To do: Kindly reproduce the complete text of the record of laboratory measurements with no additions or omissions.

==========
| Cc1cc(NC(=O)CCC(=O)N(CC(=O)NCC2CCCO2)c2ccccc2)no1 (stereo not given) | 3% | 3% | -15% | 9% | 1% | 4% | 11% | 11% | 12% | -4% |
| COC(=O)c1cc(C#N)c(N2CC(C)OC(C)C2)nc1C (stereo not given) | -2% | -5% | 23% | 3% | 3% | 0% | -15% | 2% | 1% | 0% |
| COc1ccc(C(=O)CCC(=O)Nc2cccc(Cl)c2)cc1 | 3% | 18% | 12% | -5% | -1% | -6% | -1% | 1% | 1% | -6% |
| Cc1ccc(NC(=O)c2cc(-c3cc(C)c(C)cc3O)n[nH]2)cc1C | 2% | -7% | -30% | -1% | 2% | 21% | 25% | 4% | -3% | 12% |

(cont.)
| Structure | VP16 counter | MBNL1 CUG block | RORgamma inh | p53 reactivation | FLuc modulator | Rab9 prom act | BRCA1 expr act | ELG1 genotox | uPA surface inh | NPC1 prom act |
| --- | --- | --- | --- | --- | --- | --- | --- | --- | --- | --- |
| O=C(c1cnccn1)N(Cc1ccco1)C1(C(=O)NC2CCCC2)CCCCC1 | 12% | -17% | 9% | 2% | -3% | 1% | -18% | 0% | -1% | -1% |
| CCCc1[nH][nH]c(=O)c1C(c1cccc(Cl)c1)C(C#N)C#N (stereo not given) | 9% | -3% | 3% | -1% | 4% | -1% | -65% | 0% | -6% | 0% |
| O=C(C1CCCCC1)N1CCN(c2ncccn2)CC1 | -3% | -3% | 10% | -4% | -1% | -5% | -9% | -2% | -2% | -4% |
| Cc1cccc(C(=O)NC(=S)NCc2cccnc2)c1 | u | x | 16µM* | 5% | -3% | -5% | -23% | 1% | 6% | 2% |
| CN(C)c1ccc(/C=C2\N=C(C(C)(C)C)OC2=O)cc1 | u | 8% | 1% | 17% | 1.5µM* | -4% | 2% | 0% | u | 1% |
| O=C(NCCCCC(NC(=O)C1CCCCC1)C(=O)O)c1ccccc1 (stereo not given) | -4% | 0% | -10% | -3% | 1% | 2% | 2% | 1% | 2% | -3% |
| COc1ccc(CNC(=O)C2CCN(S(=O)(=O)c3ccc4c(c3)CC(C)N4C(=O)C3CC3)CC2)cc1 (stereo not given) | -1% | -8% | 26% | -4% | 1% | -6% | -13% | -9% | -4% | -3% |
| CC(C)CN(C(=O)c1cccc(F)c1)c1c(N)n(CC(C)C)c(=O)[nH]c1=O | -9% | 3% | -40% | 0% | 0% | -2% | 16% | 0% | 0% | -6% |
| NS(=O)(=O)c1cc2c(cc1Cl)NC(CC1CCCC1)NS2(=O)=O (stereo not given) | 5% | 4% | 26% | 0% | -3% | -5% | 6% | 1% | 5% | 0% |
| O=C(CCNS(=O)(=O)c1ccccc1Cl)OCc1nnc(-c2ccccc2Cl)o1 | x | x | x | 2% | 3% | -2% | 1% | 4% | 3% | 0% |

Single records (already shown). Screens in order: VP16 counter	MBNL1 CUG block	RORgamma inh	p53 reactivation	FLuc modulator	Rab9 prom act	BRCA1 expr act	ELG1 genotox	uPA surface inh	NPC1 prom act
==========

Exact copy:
| Cc1cc(NC(=O)CCC(=O)N(CC(=O)NCC2CCCO2)c2ccccc2)no1 (stereo not given) | 3% | 3% | -15% | 9% | 1% | 4% | 11% | 11% | 12% | -4% |
| COC(=O)c1cc(C#N)c(N2CC(C)OC(C)C2)nc1C (stereo not given) | -2% | -5% | 23% | 3% | 3% | 0% | -15% | 2% | 1% | 0% |
| COc1ccc(C(=O)CCC(=O)Nc2cccc(Cl)c2)cc1 | 3% | 18% | 12% | -5% | -1% | -6% | -1% | 1% | 1% | -6% |
| Cc1ccc(NC(=O)c2cc(-c3cc(C)c(C)cc3O)n[nH]2)cc1C | 2% | -7% | -30% | -1% | 2% | 21% | 25% | 4% | -3% | 12% |

(cont.)
| Structure | VP16 counter | MBNL1 CUG block | RORgamma inh | p53 reactivation | FLuc modulator | Rab9 prom act | BRCA1 expr act | ELG1 genotox | uPA surface inh | NPC1 prom act |
| --- | --- | --- | --- | --- | --- | --- | --- | --- | --- | --- |
| O=C(c1cnccn1)N(Cc1ccco1)C1(C(=O)NC2CCCC2)CCCCC1 | 12% | -17% | 9% | 2% | -3% | 1% | -18% | 0% | -1% | -1% |
| CCCc1[nH][nH]c(=O)c1C(c1cccc(Cl)c1)C(C#N)C#N (stereo not given) | 9% | -3% | 3% | -1% | 4% | -1% | -65% | 0% | -6% | 0% |
| O=C(C1CCCCC1)N1CCN(c2ncccn2)CC1 | -3% | -3% | 10% | -4% | -1% | -5% | -9% | -2% | -2% | -4% |
| Cc1cccc(C(=O)NC(=S)NCc2cccnc2)c1 | u | x | 16µM* | 5% | -3% | -5% | -23% | 1% | 6% | 2% |
| CN(C)c1ccc(/C=C2\N=C(C(C)(C)C)OC2=O)cc1 | u | 8% | 1% | 17% | 1.5µM* | -4% | 2% | 0% | u | 1% |
| O=C(NCCCCC(NC(=O)C1CCCCC1)C(=O)O)c1ccccc1 (stereo not given) | -4% | 0% | -10% | -3% | 1% | 2% | 2% | 1% | 2% | -3% |
| COc1ccc(CNC(=O)C2CCN(S(=O)(=O)c3ccc4c(c3)CC(C)N4C(=O)C3CC3)CC2)cc1 (stereo not given) | -1% | -8% | 26% | -4% | 1% | -6% | -13% | -9% | -4% | -3% |
| CC(C)CN(C(=O)c1cccc(F)c1)c1c(N)n(CC(C)C)c(=O)[nH]c1=O | -9% | 3% | -40% | 0% | 0% | -2% | 16% | 0% | 0% | -6% |
| NS(=O)(=O)c1cc2c(cc1Cl)NC(CC1CCCC1)NS2(=O)=O (stereo not given) | 5% | 4% | 26% | 0% | -3% | -5% | 6% | 1% | 5% | 0% |
| O=C(CCNS(=O)(=O)c1ccccc1Cl)OCc1nnc(-c2ccccc2Cl)o1 | x | x | x | 2% | 3% | -2% | 1% | 4% | 3% | 0% |

Single records (already shown). Screens in order: VP16 counter	MBNL1 CUG block	RORgamma inh	p53 reactivation	FLuc modulator	Rab9 prom act	BRCA1 expr act	ELG1 genotox	uPA surface inh	NPC1 prom act